Subash Chandra Bose’s struggle for freedom and the exploits of INA during the siege of Imphal, when the INA inflicted massive damage on the British army were an inspiration to the sailors. It gave them courage and belief that the mighty British Empire was not all that invincible.  B. C. Dutt, one of the RIN leaders wrote in his book Mutiny of the Innocents: “What have we been fighting for—the preservation of empire? Shouldn’t our own country be free?”’ He goes on to say that Phillip Mason, the War secretary’s despite his valiant attempts to describe the revolt or the mutiny as an attempt to secure better terms of service was forced to acknowledge that sailors also wished to make a protest to the Government of India regarding the INA policy, the firing on the public at various places, and the use of Indian troops in Indonesia and the Middle East.’’

Royal Indian Navy Revolt – Bombay

The Royal Indian Navy revolt started on 18th February 1946, when 1100 sailors on the HMIS Talwar stopped work and declared an official strike at dawn.  The sailors unanimously elected signalman M.S Khan as President and petty officer telegraphist Madan Singh as Vice-President. Leading signaller Bedi Basant Singh, S.C. Sen Gupta, Chief Petty Officer, School Master Nawaz, Seaman Ashraf Khan, Able Stokers Gomez and Mohammad Hussain were also elected to the Central Strike Committee.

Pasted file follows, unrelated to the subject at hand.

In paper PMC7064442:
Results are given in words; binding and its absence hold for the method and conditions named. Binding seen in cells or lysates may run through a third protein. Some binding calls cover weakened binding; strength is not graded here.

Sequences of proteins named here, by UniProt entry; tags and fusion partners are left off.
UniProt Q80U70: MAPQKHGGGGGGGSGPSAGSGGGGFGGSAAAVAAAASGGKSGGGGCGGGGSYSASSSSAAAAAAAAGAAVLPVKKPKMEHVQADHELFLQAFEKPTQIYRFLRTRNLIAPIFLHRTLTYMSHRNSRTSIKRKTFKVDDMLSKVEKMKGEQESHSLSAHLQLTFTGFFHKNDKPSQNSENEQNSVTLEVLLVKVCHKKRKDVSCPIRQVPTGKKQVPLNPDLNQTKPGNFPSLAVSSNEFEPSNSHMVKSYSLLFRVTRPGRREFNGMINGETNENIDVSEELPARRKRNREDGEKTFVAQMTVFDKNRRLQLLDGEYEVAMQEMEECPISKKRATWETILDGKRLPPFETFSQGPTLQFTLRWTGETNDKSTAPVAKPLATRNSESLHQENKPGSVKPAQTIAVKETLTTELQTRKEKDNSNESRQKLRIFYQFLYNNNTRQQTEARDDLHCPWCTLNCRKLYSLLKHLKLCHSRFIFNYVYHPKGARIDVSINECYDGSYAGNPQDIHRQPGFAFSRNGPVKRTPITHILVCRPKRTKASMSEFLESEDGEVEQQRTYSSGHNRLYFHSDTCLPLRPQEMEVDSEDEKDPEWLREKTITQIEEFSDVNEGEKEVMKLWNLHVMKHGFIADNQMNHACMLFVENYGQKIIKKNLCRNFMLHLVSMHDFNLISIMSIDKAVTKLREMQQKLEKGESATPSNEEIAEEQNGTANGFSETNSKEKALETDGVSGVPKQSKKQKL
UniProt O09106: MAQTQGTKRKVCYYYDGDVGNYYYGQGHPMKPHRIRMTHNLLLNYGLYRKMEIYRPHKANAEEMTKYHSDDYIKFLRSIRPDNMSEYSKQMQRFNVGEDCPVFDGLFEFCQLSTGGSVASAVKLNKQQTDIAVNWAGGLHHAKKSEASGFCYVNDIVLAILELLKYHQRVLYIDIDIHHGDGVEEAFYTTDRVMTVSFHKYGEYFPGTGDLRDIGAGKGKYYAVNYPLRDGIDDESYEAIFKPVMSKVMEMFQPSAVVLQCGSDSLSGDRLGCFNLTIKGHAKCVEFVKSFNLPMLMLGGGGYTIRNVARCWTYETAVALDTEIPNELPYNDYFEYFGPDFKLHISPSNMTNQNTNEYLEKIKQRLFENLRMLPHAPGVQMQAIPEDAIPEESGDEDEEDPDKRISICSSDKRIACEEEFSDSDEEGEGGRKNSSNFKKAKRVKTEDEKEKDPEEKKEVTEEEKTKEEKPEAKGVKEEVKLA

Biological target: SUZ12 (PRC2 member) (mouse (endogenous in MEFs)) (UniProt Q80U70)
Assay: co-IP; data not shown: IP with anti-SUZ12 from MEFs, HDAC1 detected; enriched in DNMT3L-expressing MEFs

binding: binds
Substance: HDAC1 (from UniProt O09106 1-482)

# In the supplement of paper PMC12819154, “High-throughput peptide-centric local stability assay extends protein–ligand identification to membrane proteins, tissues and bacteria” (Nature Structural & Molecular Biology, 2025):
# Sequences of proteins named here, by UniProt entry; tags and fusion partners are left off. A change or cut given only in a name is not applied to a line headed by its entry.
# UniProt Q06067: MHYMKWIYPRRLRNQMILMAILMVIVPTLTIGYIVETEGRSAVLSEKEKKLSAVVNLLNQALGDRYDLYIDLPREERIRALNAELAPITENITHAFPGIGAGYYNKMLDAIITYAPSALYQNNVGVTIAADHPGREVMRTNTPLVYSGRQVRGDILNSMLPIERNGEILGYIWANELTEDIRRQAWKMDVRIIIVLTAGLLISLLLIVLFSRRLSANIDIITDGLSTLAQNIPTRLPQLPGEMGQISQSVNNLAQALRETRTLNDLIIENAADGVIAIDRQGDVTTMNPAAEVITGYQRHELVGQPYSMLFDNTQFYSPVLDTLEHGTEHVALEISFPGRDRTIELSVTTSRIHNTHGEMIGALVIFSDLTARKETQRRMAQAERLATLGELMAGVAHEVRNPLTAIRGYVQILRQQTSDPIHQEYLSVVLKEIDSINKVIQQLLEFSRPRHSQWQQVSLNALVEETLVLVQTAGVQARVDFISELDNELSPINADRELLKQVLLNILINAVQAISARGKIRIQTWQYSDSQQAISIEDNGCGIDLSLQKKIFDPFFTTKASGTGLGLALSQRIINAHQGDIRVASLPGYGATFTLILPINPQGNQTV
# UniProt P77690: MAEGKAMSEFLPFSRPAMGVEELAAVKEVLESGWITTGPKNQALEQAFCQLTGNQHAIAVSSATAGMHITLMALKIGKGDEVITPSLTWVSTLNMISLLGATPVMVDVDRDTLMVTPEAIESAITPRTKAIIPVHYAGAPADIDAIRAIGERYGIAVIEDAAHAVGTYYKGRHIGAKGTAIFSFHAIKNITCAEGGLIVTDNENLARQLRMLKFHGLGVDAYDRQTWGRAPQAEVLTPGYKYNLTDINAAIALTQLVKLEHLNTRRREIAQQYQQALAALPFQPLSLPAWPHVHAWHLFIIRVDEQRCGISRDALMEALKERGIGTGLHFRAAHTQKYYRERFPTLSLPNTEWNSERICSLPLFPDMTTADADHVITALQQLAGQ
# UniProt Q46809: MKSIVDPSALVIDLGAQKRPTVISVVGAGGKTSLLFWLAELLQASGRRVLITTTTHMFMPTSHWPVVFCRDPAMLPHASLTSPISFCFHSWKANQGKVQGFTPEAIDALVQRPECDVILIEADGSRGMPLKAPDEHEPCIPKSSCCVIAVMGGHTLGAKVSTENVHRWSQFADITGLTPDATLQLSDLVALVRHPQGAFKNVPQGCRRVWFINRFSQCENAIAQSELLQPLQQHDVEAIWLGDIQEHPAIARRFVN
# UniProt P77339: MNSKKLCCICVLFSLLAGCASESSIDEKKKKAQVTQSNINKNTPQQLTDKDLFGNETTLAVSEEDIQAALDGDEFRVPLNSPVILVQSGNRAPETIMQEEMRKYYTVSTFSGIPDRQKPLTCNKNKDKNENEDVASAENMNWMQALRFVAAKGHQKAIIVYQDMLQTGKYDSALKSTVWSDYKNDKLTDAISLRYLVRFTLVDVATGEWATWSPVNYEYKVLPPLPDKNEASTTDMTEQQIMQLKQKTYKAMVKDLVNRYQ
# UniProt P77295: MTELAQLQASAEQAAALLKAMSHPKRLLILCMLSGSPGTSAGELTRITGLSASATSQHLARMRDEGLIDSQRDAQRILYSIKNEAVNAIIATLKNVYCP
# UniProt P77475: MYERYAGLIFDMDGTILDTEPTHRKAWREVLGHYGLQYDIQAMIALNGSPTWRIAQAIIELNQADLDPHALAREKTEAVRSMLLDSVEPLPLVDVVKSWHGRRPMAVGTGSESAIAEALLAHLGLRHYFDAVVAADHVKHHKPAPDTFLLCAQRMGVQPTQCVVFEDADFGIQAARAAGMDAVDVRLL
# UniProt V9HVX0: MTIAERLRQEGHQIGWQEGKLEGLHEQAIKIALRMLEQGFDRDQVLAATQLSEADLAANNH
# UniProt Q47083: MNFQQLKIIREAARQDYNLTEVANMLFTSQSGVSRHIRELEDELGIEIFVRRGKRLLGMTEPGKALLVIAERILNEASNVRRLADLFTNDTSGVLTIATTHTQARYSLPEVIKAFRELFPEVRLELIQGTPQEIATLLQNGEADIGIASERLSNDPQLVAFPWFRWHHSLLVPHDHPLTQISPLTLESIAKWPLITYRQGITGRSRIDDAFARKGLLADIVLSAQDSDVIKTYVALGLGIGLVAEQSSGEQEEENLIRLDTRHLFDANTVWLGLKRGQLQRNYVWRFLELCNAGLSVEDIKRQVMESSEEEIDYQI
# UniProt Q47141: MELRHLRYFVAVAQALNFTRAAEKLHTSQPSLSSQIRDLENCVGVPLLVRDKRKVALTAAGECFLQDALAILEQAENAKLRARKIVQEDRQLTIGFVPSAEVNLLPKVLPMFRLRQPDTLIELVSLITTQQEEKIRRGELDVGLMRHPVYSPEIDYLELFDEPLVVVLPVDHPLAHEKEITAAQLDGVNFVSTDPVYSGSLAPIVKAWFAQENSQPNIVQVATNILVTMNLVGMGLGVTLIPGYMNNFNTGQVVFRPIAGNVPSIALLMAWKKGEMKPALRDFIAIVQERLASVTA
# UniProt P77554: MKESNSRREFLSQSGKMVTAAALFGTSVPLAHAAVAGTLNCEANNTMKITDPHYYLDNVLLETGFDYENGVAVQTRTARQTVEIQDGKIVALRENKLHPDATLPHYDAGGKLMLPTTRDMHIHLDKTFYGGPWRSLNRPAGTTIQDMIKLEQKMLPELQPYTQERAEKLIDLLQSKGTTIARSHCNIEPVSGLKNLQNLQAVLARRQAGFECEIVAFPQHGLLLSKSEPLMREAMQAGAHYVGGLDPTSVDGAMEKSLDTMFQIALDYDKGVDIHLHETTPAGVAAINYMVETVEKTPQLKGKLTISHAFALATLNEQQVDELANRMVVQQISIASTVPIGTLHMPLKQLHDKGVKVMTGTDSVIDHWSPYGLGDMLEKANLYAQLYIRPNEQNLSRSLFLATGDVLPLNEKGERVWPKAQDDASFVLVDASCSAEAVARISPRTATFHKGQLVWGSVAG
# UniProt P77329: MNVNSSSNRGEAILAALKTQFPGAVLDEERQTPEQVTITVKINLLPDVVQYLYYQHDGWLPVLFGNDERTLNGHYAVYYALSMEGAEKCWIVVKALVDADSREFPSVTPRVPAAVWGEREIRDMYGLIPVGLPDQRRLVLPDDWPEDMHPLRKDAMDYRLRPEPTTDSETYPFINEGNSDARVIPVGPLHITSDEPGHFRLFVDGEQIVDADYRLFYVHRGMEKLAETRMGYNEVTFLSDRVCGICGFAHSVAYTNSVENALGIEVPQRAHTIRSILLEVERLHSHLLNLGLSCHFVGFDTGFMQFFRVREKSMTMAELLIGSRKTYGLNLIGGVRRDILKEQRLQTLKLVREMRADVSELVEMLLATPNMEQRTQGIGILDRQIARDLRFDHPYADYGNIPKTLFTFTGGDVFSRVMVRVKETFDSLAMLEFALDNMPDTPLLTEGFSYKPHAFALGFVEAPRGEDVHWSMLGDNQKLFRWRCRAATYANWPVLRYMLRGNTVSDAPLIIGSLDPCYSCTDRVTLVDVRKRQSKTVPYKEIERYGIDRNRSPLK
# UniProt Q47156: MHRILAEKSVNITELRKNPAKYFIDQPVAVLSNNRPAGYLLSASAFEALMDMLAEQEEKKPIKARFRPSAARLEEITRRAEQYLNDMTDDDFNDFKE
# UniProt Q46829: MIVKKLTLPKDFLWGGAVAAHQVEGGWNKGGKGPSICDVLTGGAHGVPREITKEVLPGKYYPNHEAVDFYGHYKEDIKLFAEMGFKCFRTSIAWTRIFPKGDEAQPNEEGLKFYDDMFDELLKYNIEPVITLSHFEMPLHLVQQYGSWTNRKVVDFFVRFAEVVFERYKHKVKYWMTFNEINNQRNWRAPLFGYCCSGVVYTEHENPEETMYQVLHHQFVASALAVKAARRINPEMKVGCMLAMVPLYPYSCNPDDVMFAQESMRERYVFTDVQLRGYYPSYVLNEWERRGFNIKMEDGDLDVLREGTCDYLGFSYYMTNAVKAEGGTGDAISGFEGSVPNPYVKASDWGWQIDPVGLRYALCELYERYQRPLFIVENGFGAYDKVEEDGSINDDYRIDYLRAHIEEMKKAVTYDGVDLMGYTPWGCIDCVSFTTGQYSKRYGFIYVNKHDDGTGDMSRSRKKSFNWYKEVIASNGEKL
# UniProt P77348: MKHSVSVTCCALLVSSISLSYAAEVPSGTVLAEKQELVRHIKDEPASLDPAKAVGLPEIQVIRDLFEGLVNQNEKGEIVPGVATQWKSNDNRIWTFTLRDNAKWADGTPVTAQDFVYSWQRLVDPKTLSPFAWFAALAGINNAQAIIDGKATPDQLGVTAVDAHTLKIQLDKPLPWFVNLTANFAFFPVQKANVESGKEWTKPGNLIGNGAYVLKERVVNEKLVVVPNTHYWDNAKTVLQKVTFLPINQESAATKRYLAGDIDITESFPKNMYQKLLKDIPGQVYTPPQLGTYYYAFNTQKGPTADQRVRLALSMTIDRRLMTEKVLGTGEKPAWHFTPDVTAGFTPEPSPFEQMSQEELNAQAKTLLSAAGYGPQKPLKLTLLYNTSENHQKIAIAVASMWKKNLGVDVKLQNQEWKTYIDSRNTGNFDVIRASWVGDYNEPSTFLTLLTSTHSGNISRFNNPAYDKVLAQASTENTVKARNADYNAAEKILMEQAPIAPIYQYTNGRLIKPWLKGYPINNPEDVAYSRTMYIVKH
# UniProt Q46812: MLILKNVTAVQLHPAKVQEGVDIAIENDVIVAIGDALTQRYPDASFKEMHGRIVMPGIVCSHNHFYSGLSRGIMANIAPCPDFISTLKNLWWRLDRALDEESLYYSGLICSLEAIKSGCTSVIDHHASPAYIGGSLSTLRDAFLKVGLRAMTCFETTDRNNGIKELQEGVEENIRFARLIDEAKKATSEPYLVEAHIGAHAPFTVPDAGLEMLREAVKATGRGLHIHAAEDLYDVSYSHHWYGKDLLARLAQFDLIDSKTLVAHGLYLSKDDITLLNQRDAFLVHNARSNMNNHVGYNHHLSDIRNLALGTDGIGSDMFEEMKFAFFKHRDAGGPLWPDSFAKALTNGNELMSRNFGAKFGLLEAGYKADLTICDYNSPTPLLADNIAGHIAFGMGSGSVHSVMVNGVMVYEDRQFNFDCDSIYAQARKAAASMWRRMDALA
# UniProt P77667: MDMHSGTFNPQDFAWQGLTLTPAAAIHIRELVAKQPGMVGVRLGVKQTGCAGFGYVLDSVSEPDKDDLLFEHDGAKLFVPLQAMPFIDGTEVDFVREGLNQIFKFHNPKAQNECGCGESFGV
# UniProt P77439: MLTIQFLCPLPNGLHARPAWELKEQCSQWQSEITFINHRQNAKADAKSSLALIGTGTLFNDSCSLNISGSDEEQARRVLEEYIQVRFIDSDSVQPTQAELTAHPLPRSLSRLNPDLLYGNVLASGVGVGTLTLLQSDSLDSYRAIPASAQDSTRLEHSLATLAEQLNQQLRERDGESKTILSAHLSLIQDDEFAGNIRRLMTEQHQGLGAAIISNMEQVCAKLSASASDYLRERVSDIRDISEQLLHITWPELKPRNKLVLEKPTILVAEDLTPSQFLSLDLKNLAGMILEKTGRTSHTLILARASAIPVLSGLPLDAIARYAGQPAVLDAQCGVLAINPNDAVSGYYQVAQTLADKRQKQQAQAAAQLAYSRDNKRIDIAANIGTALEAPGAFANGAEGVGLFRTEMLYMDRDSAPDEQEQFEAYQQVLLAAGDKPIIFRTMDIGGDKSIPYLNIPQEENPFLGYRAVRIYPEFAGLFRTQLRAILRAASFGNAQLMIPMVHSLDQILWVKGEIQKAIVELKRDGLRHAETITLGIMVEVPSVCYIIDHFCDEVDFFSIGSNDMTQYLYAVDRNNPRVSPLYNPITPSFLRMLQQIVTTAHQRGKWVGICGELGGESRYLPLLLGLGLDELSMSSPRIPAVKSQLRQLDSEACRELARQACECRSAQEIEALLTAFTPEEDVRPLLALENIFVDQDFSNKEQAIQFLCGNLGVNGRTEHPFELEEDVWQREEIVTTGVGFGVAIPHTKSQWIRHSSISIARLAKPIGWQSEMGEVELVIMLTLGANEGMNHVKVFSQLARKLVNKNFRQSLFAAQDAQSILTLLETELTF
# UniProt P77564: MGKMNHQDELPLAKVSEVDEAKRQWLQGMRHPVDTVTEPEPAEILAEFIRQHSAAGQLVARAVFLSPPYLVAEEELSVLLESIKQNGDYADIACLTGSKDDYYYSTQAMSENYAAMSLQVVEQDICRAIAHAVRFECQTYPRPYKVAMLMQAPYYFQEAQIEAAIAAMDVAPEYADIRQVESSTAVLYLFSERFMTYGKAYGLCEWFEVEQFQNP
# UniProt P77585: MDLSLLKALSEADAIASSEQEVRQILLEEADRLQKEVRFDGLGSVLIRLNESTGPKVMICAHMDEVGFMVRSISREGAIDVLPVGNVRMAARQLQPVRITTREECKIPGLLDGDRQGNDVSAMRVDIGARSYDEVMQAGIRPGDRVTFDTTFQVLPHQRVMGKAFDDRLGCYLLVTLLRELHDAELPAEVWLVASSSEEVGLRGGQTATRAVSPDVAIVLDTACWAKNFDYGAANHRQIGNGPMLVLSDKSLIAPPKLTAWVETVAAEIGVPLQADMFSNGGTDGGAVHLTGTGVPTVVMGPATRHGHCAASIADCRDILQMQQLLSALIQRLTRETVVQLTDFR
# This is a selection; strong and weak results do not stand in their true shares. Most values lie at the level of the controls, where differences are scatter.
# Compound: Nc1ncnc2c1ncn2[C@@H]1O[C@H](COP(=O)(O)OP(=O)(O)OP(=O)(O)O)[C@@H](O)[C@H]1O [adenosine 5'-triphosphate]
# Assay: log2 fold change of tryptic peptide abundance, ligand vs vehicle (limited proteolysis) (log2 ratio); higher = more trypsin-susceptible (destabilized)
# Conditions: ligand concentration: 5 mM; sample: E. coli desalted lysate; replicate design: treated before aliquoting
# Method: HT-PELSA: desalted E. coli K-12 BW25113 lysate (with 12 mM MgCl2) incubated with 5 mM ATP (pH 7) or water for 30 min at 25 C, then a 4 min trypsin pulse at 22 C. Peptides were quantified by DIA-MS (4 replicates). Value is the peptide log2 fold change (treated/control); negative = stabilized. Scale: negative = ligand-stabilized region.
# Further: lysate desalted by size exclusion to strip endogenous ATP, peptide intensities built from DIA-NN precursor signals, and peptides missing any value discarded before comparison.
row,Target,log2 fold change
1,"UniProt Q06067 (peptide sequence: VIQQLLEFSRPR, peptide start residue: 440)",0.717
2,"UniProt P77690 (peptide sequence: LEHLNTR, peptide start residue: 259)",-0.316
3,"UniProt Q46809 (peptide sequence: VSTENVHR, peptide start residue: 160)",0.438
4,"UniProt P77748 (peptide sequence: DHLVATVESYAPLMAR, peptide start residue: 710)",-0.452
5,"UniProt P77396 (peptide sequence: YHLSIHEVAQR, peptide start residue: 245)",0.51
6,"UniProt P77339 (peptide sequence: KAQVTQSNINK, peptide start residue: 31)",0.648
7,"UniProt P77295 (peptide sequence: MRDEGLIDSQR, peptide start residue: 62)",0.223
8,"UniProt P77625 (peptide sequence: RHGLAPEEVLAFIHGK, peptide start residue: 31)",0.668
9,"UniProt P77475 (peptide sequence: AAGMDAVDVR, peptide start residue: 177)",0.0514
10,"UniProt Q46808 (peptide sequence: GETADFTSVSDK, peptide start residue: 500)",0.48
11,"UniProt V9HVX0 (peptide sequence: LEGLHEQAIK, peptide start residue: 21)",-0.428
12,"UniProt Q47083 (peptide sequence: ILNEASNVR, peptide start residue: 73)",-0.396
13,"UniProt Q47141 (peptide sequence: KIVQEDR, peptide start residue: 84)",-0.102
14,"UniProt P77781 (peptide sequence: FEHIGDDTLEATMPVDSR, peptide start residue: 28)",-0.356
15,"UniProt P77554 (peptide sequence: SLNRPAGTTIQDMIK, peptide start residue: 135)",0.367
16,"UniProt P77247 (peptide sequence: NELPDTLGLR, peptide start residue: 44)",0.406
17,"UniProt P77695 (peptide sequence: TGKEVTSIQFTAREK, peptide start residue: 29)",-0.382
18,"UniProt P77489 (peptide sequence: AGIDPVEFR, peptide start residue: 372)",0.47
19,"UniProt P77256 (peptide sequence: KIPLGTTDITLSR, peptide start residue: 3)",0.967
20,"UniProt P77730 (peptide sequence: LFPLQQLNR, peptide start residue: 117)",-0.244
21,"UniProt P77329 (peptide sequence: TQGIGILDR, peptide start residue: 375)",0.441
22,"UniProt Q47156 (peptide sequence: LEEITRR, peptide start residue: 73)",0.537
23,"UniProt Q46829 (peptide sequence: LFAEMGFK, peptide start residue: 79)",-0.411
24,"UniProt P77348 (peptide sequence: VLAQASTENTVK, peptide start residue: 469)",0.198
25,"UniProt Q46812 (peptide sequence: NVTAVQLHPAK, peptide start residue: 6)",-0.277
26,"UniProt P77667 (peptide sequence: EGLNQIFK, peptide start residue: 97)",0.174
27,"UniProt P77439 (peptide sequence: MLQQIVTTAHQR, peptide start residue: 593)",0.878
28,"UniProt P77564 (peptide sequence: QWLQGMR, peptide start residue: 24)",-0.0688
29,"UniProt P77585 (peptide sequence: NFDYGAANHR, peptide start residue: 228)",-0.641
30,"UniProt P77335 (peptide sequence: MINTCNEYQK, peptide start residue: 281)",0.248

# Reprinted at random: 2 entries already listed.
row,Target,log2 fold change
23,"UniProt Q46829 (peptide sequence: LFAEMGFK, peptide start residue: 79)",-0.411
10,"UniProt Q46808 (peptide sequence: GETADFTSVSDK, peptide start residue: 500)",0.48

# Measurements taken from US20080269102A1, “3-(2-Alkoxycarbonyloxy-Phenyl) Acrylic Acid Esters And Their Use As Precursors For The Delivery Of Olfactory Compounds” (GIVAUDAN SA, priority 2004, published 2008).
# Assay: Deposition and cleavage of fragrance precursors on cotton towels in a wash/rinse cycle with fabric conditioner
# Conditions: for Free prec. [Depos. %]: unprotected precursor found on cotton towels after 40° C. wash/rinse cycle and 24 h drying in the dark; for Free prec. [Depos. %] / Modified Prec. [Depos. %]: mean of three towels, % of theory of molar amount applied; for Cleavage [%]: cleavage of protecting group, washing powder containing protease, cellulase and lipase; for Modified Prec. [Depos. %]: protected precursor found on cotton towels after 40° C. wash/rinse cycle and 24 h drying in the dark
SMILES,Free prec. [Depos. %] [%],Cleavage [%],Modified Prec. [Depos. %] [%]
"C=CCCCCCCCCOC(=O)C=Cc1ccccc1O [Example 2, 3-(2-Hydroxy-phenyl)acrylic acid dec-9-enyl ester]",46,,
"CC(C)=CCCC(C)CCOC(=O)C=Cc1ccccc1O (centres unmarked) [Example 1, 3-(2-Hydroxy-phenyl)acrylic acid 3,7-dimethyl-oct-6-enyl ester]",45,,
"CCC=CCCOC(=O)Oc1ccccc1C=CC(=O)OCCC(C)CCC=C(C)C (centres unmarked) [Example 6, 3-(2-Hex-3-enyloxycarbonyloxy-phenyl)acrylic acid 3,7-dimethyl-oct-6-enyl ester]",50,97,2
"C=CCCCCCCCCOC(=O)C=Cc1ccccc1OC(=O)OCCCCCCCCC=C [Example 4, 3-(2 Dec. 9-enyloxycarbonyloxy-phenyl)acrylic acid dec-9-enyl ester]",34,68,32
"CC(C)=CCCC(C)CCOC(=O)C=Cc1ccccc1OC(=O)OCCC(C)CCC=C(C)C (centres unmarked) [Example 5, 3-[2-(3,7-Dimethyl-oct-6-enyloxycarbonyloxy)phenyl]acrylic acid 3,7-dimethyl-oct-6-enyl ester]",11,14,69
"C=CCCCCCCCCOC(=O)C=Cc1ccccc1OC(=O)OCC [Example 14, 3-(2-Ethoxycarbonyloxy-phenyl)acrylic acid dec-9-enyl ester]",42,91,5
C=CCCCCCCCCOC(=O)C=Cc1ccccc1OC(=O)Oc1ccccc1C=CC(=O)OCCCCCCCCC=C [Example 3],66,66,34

The Central Strike Committee was clear about the nature of their struggle for independence and economic gains. This can be gauged from their action of dropping the ‘Royal’ prefix and called themselves the ‘Indian National Navy’ (INN) following the footsteps of Bose and the INA. They also drew up a charter of demands demanding the release of all the political prisoners, the withdrawal of Indian troops from Indonesia and Egypt, for immediate improvement in their conditions, and the provision of equal status with the British officers. The committee in the midst of huge support and cheers got the charter accepted from their fellow sailors.